Comedy is about saying the unsayable but in a fast-changing landscape it’s hard to know what is acceptable, says #CancelKarenDunbar director Anne-Claire Pilley

Specky Productions wrestled with what you can and can’t show in comedy for our BBC Scotland doc #CancelKarenDunbar.

Ultimately a film about the boundaries of offence in comedy is impossible to make without showing what has crossed them. 

That’s why, from Fawlty Towers’ use of the n-word to Little Britain’s blackface, we included some offensive comedy from the past to open up the debate around cancel culture. 

#CancelKarenDunbar’s was the longest compliance form I’ve ever written: 10 f-words, a c-word, discriminatory language from old comedies including the w-word, two n-words, a p-word, three j-words and the use of blackface. Over 50 events in total. 

Yet none of it was bleeped or blurred. Because, as BBC Scotland comedy commissioning editor Gavin Smith explained, in a documentary about the boundaries of offence, if you bleep one potentially offensive thing, shouldn’t you really be bleeping all of it? And then, how do you make a judgement call on what you’ve seen? How do you react as a viewer and examine the debate around what is and isn’t offensive and acceptable to show? 

As well as the freedom to broadcast unbleeped, the BBC allowed us access to Television and Media Operations (TMO): the little-known BBC team, who flag any offensive content from old shows before they are repeated.

“I guess if you are used to being criticised by the media for seemingly pandering to ‘woke snowflakes’ you may get fired up enough to put your homework on display”

In the bowels of TVC, they showed the presenter, comedian (and Scottish national treasure) Karen Dunbar, some of the sketches they’d cut out of repeats of Fawlty Towers, Porridge, as well as from Karen’s own back-catalogue: Chewin’ the Fat and The Karen Dunbar Show. 

So why did the BBC open their doors so wide? I guess if you are used to being criticised by the media for seemingly pandering to ‘woke snowflakes’ you may get fired up enough to put your homework on display.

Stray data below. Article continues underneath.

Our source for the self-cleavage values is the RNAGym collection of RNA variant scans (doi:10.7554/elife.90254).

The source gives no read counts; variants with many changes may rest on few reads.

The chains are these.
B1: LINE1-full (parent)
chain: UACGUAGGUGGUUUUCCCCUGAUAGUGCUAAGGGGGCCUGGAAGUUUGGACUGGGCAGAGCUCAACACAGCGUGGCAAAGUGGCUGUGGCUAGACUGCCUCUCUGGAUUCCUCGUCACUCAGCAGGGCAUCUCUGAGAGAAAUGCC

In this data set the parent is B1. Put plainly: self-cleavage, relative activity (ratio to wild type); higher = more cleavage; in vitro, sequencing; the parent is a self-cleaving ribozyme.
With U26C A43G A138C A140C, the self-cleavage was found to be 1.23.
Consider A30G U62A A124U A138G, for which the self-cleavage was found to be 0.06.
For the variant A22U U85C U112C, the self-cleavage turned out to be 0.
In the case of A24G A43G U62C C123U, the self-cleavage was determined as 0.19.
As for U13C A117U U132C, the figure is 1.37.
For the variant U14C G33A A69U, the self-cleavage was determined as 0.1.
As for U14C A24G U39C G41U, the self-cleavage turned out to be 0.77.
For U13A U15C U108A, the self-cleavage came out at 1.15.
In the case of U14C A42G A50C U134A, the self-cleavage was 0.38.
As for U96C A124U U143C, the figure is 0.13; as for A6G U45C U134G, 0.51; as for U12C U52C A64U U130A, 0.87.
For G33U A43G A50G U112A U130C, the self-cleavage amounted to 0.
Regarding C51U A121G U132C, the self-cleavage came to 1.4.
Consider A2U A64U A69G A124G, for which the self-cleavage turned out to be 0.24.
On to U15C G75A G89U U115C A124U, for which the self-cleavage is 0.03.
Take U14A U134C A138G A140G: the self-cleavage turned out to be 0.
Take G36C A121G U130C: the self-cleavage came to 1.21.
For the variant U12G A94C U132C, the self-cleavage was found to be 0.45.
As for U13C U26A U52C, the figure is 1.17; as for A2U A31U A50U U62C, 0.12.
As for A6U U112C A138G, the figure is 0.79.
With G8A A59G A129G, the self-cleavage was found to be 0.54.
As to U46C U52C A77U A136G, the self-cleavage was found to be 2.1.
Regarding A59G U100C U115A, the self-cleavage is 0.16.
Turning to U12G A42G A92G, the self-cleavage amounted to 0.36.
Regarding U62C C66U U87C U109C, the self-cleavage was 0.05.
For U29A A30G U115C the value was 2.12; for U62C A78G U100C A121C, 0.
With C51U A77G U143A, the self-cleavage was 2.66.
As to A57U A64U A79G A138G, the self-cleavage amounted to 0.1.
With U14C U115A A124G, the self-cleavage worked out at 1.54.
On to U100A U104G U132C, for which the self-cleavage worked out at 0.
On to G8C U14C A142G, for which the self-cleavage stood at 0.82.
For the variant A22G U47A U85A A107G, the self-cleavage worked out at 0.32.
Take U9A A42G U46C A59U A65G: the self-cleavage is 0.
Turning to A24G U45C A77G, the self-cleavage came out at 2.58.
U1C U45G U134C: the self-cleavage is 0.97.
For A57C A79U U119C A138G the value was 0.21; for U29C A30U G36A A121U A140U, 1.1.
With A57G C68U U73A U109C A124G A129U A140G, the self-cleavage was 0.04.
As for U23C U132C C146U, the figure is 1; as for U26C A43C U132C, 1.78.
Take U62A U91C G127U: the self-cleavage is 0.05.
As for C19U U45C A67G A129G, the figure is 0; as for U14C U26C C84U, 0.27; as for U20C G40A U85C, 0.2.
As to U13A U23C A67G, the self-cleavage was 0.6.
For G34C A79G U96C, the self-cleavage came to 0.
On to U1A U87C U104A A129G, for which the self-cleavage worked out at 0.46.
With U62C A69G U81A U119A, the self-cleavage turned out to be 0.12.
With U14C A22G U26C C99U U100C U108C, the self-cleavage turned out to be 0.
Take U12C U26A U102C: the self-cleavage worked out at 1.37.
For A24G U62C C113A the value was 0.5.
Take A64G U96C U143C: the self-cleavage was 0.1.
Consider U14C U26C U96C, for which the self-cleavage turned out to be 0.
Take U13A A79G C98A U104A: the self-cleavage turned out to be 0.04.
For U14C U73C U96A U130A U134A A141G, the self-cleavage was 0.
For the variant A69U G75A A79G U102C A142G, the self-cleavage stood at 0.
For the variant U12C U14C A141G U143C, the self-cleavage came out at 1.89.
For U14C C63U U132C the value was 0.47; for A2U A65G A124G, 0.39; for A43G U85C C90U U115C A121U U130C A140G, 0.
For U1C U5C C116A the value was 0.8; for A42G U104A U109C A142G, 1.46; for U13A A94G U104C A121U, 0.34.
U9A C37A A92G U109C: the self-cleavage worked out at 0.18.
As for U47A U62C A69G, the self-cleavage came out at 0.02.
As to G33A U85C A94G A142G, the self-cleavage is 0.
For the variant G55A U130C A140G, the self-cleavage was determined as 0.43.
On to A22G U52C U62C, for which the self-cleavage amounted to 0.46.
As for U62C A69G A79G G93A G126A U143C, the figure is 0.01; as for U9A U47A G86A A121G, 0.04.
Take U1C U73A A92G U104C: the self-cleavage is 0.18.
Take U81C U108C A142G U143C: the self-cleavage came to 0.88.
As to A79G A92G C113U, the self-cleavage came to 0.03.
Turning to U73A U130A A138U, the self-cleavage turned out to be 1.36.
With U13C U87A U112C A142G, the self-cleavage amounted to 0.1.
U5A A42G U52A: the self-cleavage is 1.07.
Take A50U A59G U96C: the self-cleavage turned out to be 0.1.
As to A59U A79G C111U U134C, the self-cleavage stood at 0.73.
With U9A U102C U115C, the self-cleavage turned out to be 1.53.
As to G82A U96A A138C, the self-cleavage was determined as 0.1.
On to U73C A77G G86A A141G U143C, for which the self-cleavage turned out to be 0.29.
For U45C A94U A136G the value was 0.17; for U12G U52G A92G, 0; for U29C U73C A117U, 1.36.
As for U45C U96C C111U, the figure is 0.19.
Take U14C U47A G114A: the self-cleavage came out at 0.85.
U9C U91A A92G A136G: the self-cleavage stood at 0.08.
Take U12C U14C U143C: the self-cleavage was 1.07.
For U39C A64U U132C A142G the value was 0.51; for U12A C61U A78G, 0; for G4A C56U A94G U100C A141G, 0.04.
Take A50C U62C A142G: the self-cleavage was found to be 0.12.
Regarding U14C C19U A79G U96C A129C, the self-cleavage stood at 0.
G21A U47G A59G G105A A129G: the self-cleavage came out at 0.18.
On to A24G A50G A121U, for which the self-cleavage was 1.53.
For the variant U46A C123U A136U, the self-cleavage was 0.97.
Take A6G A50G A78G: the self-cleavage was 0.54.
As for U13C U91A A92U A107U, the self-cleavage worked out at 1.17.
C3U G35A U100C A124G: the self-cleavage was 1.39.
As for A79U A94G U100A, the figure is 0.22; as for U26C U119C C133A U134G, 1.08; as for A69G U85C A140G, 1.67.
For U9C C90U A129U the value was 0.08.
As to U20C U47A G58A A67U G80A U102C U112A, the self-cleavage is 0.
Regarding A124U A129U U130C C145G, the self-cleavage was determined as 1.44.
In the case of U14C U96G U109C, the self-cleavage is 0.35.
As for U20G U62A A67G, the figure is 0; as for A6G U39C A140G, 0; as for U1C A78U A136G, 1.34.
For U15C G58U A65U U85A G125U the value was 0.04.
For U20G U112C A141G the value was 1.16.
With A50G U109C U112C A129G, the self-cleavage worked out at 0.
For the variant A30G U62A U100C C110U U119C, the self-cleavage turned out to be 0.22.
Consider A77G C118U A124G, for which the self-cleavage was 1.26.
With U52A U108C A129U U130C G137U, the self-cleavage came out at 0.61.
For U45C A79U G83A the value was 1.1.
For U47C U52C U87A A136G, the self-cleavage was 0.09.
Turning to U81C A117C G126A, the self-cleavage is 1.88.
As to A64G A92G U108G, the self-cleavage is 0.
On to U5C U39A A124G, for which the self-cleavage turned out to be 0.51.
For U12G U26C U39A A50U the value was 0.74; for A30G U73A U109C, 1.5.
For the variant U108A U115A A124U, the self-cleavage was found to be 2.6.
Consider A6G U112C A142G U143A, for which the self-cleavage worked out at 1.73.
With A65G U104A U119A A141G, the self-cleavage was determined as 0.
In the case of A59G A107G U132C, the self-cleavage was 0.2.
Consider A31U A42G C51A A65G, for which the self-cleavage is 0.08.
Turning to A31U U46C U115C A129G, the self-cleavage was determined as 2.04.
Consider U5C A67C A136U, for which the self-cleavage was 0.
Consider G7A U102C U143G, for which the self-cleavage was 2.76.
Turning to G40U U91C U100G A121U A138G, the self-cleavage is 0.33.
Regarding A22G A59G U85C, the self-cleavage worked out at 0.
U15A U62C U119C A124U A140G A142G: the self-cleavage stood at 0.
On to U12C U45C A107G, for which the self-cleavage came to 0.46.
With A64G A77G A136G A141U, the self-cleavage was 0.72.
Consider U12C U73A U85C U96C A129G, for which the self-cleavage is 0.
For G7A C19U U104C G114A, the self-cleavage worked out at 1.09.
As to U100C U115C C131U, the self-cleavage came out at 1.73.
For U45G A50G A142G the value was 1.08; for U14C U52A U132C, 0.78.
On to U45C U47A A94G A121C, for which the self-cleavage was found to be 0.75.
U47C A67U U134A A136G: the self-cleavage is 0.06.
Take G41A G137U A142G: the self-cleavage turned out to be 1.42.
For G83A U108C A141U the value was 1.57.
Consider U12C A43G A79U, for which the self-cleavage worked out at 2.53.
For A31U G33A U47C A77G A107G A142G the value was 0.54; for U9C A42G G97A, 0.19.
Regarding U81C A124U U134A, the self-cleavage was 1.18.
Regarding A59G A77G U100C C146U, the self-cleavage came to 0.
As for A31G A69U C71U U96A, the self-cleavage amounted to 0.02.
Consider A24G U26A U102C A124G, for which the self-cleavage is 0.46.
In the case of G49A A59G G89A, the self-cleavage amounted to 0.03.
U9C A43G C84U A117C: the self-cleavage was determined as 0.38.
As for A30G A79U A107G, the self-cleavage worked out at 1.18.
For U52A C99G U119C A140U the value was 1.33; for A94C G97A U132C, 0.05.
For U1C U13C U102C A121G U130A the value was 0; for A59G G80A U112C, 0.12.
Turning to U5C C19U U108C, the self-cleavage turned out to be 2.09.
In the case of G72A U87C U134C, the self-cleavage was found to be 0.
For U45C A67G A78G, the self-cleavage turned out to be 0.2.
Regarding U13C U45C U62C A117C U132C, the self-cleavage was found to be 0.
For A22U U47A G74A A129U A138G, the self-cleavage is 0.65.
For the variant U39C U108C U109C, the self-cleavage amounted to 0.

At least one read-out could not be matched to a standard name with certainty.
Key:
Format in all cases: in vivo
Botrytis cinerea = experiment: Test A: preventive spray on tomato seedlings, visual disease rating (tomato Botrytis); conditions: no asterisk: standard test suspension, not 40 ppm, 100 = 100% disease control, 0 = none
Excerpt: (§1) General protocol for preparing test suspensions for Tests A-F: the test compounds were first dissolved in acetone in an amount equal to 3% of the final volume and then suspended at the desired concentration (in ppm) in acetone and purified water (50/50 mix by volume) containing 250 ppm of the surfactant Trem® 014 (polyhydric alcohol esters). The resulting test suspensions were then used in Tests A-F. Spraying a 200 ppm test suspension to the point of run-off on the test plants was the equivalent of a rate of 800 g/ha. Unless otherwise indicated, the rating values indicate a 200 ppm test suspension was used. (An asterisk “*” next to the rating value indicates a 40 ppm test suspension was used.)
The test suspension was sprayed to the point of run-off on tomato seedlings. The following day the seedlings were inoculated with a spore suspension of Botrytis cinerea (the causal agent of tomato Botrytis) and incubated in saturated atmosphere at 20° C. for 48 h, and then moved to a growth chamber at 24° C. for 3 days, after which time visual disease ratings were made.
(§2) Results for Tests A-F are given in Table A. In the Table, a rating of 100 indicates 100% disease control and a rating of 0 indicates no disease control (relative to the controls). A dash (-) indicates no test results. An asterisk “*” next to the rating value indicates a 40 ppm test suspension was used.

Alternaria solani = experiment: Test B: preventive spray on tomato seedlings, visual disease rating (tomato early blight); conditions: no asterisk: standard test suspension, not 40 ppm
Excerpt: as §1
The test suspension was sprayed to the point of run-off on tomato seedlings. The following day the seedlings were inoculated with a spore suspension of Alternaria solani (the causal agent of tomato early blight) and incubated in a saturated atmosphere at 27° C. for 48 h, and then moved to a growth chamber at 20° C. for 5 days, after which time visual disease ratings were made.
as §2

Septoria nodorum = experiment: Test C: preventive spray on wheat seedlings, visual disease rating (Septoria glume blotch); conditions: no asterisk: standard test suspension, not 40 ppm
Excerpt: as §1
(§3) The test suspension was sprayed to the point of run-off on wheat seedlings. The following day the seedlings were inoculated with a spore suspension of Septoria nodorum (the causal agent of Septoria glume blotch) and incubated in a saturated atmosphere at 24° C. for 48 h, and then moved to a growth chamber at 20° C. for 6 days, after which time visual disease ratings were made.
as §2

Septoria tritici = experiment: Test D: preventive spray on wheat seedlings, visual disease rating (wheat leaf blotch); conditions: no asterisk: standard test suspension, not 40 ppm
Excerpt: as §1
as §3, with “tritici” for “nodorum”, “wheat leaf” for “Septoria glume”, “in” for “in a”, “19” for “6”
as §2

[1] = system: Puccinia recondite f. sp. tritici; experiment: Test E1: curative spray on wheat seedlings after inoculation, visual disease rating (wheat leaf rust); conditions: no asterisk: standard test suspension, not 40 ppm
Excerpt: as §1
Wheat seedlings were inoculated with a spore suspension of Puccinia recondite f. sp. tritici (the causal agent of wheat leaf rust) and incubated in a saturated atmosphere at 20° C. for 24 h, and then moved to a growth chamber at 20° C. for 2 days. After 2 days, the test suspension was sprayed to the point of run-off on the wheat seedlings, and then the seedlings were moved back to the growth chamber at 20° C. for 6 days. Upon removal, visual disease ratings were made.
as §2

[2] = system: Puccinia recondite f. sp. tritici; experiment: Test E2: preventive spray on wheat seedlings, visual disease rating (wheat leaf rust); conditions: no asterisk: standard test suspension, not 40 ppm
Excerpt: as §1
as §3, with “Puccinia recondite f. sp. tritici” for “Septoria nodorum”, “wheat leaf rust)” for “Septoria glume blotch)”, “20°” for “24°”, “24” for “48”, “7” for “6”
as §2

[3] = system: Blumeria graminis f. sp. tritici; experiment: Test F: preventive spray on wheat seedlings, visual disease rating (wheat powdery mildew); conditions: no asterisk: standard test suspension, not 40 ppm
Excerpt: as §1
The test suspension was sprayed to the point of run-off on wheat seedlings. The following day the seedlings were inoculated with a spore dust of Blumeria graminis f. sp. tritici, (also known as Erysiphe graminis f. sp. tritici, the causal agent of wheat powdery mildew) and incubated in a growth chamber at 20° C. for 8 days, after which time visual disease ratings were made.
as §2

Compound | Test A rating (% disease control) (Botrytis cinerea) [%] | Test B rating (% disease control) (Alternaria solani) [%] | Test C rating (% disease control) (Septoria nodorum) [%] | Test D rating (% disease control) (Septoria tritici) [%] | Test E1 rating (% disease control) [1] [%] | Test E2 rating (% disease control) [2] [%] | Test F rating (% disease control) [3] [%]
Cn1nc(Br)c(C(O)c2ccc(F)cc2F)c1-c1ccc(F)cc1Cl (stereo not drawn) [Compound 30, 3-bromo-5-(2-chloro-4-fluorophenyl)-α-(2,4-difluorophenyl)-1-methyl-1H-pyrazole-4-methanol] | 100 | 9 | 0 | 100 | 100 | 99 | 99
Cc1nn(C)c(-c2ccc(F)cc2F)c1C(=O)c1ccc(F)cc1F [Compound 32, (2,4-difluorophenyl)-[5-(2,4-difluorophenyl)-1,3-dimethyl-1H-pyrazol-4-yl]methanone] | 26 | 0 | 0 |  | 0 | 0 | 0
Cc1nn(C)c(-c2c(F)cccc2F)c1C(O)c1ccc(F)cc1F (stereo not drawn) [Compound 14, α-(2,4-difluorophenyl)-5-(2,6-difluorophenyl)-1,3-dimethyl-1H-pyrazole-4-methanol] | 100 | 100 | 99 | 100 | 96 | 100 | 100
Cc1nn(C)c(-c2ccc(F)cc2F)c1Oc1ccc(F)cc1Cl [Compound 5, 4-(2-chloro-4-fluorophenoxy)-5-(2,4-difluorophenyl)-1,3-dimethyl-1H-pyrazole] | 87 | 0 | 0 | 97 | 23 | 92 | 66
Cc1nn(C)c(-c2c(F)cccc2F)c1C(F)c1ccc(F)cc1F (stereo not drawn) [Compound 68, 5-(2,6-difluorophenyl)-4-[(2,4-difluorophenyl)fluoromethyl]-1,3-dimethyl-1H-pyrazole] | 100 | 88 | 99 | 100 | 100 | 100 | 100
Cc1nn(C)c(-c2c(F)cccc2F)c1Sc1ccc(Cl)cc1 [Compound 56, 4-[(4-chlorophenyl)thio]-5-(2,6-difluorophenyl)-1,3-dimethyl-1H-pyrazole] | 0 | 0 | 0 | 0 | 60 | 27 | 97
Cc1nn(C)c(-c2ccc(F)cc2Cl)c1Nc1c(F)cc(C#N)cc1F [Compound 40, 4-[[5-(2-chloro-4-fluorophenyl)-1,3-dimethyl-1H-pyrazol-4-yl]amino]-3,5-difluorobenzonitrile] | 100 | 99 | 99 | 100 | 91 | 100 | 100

You may also want to make the case, as (now former) head of BBC comedy, Shane Allen did in his interview with Karen, that the guiding editorial principle isn’t to “censor for snowflakes”, but that “no-one has the right not to be offended”. And that the BBC will only really take out bits from comedies when they feel a big red line has been crossed i.e., when the sketch causes ‘unjustifiable offence’. 

Whatever their motivation, as a documentary filmmaker, it was exciting to be allowed this level of access to the inner workings of the BBC. 

Focus groups

One of the most interesting revelations however, took place outside the BBC’s auspices. Karen showed some of her (as yet unexcised) old sketches to a focus group of LGBTQIA+ Gen Zders.

In one sketch, she plays a straight woman who has started dating girls. In it she boasts to her pal that she’s ‘had enough of men’ and after being with ‘Kate’ she ‘wouldn’t date another man in my life’. Cut to ‘Kate’ coming into view… and the punchline: ‘Kate’ is in fact a man dressed as a woman.

This sketch visibly upset the audience. One young trans man’s eyes welled up as he explained that growing up, he’d watched his parents laughing at comedy shows where trans people were the butt of the joke. And that had compounded his feeling that he ‘wasn’t right’.

When that sketch was written 15 years ago, the point had been to make fun of a man so desperate to sleep with a woman that he’d dress up as one. It wasn’t seen by the writers as a ‘trans joke’, and by the standards of a lot of noughties’ comedy, it was pretty tame.

But intent and effect are two very different things. And its effect today meant that it most probably would be flagged by the TMO were it ever scheduled for repeat again. 

Anne-Claire Pilley

Comedy is supposed to be about saying the unsayable. But it is so hard, in this fast-changing landscape where public attitudes are undergoing such seismic shifts, to know what still can be said.

So in its ‘unjustifiable offence’ red line, where the expectation isn’t so much that you shouldn’t cause offence, but that the offence where it exists must be ‘justifiable’, maybe the BBC isn’t so far off the mark after all? 

  • Scottish Bafta-winning director Anne-Claire Pilley is the managing director of Specky Productions. #CancelKarenDunbar is on the BBC Scotland channel on Thursday 24 February at 10.00pm and on BBC iPlayer